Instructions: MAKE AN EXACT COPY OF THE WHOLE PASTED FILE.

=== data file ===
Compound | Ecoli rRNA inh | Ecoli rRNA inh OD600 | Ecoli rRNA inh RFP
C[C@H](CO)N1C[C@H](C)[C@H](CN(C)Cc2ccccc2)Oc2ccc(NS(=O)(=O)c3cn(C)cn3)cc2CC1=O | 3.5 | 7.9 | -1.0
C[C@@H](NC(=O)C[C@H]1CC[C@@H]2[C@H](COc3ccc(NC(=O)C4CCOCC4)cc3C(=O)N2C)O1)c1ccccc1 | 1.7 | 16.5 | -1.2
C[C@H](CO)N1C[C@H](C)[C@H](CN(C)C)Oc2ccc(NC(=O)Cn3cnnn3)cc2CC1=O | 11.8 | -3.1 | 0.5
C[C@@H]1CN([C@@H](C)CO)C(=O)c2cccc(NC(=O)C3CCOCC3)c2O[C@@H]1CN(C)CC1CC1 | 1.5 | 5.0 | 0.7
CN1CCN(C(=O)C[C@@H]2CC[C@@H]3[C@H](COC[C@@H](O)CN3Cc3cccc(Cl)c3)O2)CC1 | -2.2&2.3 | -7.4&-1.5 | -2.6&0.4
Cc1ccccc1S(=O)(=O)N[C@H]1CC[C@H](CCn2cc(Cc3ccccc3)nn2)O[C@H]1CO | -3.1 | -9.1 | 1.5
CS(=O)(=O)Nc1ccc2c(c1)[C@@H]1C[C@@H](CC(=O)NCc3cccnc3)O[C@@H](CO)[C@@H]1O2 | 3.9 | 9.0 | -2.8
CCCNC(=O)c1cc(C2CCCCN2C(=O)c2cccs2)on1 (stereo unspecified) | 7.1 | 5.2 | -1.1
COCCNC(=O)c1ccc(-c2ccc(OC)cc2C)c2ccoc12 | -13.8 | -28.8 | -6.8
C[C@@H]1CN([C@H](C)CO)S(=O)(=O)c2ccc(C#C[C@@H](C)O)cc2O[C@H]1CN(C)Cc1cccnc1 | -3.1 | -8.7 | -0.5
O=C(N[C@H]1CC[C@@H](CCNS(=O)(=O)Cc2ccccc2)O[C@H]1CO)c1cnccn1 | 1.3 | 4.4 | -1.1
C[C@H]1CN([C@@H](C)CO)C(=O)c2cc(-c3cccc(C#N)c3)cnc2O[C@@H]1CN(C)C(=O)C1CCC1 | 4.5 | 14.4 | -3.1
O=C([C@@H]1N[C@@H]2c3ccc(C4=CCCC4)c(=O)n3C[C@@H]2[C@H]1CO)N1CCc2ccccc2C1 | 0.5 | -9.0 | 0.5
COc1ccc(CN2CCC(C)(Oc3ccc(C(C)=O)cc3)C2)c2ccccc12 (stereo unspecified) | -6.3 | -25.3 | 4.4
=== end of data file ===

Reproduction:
Compound | Ecoli rRNA inh | Ecoli rRNA inh OD600 | Ecoli rRNA inh RFP
C[C@H](CO)N1C[C@H](C)[C@H](CN(C)Cc2ccccc2)Oc2ccc(NS(=O)(=O)c3cn(C)cn3)cc2CC1=O | 3.5 | 7.9 | -1.0
C[C@@H](NC(=O)C[C@H]1CC[C@@H]2[C@H](COc3ccc(NC(=O)C4CCOCC4)cc3C(=O)N2C)O1)c1ccccc1 | 1.7 | 16.5 | -1.2
C[C@H](CO)N1C[C@H](C)[C@H](CN(C)C)Oc2ccc(NC(=O)Cn3cnnn3)cc2CC1=O | 11.8 | -3.1 | 0.5
C[C@@H]1CN([C@@H](C)CO)C(=O)c2cccc(NC(=O)C3CCOCC3)c2O[C@@H]1CN(C)CC1CC1 | 1.5 | 5.0 | 0.7
CN1CCN(C(=O)C[C@@H]2CC[C@@H]3[C@H](COC[C@@H](O)CN3Cc3cccc(Cl)c3)O2)CC1 | -2.2&2.3 | -7.4&-1.5 | -2.6&0.4
Cc1ccccc1S(=O)(=O)N[C@H]1CC[C@H](CCn2cc(Cc3ccccc3)nn2)O[C@H]1CO | -3.1 | -9.1 | 1.5
CS(=O)(=O)Nc1ccc2c(c1)[C@@H]1C[C@@H](CC(=O)NCc3cccnc3)O[C@@H](CO)[C@@H]1O2 | 3.9 | 9.0 | -2.8
CCCNC(=O)c1cc(C2CCCCN2C(=O)c2cccs2)on1 (stereo unspecified) | 7.1 | 5.2 | -1.1
COCCNC(=O)c1ccc(-c2ccc(OC)cc2C)c2ccoc12 | -13.8 | -28.8 | -6.8
C[C@@H]1CN([C@H](C)CO)S(=O)(=O)c2ccc(C#C[C@@H](C)O)cc2O[C@H]1CN(C)Cc1cccnc1 | -3.1 | -8.7 | -0.5
O=C(N[C@H]1CC[C@@H](CCNS(=O)(=O)Cc2ccccc2)O[C@H]1CO)c1cnccn1 | 1.3 | 4.4 | -1.1
C[C@H]1CN([C@@H](C)CO)C(=O)c2cc(-c3cccc(C#N)c3)cnc2O[C@@H]1CN(C)C(=O)C1CCC1 | 4.5 | 14.4 | -3.1
O=C([C@@H]1N[C@@H]2c3ccc(C4=CCCC4)c(=O)n3C[C@@H]2[C@H]1CO)N1CCc2ccccc2C1 | 0.5 | -9.0 | 0.5
COc1ccc(CN2CCC(C)(Oc3ccc(C(C)=O)cc3)C2)c2ccccc12 (stereo unspecified) | -6.3 | -25.3 | 4.4